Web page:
26 AGENCY ROLES & RESPONSIBILITIES Disclosure and Barring Service Office of the Public Guardian members Investigating complaints made against the organisation/departm ent made by: Vulnerable adults for whom the organisation/ department have responsibility Members of the public in accordance with policies of the organisation/ department & other organisations Organisations employing staff have a DUTY to refer to the DBS under certain circumstances. Local authorities have a power to refer to the DBS in certain circumstances. DBS considers information from providers/local authorities/other sources regarding the suitability of people to work with vulnerable adults/children. The DBS maintains the list of individuals who have been barred from working with adults/children and discloses this information via the CRB process which the DBS hosts. The Office of the Public Guardian has a duty to investigate allegations of misappropriate use of LPAs/Deputyships. The OPG has a Safeguarding Adults Investigation Protocol For more information on the DBS: https://www.gov.uk/government/organisations/disclo sure-and-barring-service/about SET Safeguarding Adults Guidelines Version 3-April 14 27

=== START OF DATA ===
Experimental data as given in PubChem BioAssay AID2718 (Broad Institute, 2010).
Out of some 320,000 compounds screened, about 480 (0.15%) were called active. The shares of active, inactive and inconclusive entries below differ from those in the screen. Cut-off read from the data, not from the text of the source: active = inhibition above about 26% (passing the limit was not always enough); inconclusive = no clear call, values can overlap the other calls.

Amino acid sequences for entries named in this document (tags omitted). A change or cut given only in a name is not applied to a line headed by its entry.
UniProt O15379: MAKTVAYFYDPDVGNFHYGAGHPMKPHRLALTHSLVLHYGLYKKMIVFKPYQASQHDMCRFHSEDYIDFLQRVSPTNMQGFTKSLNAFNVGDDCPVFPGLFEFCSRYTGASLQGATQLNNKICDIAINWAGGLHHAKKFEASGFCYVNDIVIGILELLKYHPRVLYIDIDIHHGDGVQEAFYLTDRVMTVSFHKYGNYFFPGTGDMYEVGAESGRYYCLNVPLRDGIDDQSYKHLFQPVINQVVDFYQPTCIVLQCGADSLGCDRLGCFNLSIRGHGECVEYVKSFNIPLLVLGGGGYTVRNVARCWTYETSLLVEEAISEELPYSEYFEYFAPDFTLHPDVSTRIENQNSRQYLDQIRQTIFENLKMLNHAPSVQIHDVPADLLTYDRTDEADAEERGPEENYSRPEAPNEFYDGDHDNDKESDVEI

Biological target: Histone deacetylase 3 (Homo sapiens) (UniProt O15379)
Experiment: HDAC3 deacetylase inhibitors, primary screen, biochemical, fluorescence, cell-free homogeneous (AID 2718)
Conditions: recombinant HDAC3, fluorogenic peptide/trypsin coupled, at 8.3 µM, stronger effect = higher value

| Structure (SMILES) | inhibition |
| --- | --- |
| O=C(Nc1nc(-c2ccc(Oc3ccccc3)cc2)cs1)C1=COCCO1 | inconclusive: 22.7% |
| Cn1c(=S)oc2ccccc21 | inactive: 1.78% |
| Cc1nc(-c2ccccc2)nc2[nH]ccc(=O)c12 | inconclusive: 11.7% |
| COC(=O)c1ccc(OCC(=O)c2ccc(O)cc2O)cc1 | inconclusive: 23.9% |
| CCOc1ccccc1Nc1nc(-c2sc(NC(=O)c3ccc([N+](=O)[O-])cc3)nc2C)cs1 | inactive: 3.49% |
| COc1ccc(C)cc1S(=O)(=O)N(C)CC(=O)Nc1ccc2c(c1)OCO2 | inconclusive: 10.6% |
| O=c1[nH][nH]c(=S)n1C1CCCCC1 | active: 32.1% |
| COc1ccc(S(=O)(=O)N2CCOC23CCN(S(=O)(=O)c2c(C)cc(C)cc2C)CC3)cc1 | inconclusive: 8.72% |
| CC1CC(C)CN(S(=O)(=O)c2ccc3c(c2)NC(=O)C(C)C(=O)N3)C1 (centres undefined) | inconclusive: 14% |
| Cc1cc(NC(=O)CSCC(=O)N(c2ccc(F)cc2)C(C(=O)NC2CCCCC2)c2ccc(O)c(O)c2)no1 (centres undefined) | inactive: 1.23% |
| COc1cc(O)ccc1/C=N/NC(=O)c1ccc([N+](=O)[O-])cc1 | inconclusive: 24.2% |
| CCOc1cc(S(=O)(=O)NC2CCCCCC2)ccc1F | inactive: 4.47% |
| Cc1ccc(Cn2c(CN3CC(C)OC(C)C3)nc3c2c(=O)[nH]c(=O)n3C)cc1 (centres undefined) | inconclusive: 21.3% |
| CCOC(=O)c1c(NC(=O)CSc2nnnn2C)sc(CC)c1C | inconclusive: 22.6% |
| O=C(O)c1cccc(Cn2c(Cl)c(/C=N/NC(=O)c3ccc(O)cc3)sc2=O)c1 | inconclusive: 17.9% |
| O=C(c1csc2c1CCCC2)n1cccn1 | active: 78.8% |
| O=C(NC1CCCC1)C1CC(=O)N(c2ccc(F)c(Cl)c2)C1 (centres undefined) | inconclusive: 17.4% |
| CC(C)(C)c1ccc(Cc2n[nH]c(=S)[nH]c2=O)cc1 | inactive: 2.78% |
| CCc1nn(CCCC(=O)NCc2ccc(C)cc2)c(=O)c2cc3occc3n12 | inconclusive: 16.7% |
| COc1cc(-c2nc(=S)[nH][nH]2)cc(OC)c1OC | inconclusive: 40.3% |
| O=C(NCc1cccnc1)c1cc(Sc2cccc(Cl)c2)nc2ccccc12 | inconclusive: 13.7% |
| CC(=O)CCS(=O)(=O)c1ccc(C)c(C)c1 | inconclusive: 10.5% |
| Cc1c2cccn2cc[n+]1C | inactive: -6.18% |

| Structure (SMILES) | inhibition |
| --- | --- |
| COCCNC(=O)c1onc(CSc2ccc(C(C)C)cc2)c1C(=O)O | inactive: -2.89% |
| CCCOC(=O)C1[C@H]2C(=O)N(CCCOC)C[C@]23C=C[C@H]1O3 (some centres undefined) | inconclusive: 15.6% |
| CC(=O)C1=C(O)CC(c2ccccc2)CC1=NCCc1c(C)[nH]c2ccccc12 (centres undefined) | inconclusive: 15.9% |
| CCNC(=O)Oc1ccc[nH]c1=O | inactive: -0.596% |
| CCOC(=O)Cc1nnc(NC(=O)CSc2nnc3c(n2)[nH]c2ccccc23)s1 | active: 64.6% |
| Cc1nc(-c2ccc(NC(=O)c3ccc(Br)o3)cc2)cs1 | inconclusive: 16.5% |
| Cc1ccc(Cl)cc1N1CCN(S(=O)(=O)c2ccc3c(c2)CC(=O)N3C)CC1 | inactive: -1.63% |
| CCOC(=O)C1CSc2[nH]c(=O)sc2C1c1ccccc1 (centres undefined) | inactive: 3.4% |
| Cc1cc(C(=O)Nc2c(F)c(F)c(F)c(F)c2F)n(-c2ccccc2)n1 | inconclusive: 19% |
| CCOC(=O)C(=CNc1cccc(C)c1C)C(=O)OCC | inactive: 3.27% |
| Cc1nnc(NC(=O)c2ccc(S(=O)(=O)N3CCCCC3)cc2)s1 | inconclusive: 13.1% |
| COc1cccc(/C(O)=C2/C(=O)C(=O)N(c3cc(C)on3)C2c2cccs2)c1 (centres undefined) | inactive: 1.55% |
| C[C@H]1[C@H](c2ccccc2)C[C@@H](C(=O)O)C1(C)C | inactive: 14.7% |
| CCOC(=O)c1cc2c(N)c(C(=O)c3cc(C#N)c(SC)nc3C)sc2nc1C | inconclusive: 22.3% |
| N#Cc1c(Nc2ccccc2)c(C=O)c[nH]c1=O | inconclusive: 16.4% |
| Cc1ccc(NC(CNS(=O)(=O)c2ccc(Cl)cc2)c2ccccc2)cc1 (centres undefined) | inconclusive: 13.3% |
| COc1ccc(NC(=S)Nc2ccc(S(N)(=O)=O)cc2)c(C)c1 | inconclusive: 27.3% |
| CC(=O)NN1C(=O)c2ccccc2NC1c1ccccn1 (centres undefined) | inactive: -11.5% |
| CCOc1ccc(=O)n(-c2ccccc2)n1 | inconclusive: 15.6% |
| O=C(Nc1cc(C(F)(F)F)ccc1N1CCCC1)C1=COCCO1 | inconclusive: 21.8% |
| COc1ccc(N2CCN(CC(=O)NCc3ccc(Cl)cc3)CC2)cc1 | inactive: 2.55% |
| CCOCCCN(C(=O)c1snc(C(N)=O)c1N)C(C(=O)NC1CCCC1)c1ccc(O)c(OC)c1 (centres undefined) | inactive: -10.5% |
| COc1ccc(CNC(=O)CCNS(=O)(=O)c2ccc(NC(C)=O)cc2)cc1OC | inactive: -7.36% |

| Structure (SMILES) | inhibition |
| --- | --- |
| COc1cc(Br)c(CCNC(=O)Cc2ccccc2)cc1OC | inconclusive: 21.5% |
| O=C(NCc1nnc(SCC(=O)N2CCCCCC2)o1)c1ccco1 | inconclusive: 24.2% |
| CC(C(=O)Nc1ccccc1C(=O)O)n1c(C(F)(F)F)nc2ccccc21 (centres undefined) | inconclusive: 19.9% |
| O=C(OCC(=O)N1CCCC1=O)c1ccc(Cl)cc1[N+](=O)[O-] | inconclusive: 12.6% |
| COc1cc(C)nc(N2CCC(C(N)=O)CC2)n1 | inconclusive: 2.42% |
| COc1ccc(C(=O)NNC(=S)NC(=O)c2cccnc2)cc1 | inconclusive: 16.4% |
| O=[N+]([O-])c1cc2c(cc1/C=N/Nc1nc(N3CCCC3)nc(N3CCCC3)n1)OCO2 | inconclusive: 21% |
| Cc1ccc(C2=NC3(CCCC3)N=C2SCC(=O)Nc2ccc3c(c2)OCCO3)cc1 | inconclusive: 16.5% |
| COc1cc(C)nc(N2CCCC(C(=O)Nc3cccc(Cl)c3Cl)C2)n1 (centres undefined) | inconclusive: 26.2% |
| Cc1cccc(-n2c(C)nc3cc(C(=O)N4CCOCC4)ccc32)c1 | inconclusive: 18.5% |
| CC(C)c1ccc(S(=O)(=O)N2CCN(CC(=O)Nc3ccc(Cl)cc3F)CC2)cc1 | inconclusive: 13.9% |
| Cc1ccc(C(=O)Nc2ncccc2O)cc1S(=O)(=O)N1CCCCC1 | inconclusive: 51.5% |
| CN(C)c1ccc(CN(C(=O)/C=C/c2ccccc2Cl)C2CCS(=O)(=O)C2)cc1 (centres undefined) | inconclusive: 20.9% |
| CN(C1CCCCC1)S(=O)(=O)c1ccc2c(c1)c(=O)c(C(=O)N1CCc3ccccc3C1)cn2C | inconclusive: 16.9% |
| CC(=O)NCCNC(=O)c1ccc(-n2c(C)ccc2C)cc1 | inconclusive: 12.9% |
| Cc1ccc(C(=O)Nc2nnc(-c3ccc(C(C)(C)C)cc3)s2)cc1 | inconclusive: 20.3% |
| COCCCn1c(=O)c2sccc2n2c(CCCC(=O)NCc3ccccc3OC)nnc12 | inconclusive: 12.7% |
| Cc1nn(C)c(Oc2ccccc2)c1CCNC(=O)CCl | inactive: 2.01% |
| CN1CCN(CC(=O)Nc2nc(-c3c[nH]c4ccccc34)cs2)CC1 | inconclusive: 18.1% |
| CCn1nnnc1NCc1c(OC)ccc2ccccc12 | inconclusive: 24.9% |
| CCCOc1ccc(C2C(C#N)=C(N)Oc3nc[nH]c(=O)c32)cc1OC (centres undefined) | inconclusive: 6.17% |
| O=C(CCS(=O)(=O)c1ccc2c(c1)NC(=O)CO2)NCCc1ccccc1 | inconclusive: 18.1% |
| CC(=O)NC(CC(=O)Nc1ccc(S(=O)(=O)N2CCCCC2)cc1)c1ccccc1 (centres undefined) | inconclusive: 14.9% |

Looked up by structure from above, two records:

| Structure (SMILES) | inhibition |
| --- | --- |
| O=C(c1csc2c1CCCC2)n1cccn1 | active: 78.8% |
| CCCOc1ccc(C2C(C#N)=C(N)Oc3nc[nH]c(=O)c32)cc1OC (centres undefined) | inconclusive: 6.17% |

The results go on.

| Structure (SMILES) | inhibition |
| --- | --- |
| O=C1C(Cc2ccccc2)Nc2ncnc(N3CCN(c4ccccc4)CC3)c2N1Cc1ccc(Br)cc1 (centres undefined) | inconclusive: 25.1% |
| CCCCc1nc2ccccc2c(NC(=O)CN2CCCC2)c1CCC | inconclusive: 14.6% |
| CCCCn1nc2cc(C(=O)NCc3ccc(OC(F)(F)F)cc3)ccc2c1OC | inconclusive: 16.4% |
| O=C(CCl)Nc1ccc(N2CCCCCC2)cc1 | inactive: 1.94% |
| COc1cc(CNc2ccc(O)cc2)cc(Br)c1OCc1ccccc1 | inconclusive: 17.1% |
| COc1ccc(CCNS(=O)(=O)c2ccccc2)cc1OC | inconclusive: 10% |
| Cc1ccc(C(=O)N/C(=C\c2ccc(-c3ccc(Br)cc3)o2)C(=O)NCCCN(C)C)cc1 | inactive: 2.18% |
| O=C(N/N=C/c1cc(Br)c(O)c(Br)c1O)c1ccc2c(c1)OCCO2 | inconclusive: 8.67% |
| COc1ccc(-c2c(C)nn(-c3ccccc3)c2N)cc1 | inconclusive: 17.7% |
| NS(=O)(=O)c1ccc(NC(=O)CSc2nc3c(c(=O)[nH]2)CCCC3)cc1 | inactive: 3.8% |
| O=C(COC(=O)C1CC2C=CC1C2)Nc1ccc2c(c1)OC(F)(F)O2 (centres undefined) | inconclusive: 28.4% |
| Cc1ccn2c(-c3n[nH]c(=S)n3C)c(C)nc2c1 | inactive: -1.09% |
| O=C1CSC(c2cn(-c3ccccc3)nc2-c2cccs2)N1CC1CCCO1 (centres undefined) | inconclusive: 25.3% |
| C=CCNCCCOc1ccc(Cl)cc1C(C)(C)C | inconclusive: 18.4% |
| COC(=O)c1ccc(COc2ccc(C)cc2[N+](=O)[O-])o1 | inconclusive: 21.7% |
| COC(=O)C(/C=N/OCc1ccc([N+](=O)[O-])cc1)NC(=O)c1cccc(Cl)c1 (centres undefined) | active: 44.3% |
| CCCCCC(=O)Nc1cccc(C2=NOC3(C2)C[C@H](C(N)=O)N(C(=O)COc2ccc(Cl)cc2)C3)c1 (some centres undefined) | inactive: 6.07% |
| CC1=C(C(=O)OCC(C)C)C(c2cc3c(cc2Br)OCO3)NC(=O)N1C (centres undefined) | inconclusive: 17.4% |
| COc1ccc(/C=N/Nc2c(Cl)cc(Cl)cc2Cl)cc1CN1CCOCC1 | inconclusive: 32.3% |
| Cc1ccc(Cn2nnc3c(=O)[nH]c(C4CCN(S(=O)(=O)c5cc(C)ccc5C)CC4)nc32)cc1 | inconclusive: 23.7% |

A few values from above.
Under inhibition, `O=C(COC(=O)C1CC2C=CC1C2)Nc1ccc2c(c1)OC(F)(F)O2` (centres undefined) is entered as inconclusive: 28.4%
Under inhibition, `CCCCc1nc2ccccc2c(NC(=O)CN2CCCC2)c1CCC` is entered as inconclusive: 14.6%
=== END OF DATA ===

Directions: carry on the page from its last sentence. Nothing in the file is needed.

27 INFORMATION SHARING & CONFIDENTIALITY 4. INFORMATION SHARING & CONFIDENTIALITY An Information Sharing Protocol for Safeguarding adults has been signed and can be found on When sending any SET SAF form by or any other relevant documentation connected to the forms, this must be done adhering to national guidance and legislation. IF AN INDIVIDUAL WORKER HAS ANY DOUBT AS TO THE LEGALITY OF SHARING INFORMATION THEY MUST APPROACH THEIR LEGAL ADVISORS FOR ASSISTANCE AND ADVICE. 4.1 Why is it necessary to share information and with whom? No Secrets [DH 2000] states that the government expects organisations to share information about individuals who may be at risk from abuse. This is also stressed by Safeguarding Adults [ADSS 2005]: The framework for good practice. It is important to identify an abusive situation as early as possible so that the individual can be protected. Withholding information may lead to abuse not being dealt with in a timely manner. Confidentiality must never be confused with secrecy Investigating and responding to suspected abuse or neglect requires close co-operation between a range of disciplines and organisations. Safeguarding adults work is concerned with sharing personal information, both about someone who is alleged to have experienced abuse and an alleged perpetrator. 4.2 Seven golden rules for information sharing The following is taken from information sharing guidance: HM Gov 2008: full guidance available here: advice for practitioners in Children and Adults services 1. Remember that the Data Protection Act is not a barrier to sharing information but provides a framework to ensure that personal information about living persons is shared appropriately. 2. Be open and honest with the person (and/or their family where appropriate) from the outset about why, what, how and with whom information will, or could be shared, and seek their agreement, unless it is unsafe or inappropriate to do so. 3. Seek advice if you are in any doubt, without disclosing the identity of the person where possible. 4. Share with consent where appropriate and, where possible, respect the wishes of those who do not consent to share confidential information. You may still share information without consent if, in your judgement, that lack of SET Safeguarding Adults Guidelines Version 3-April 14 28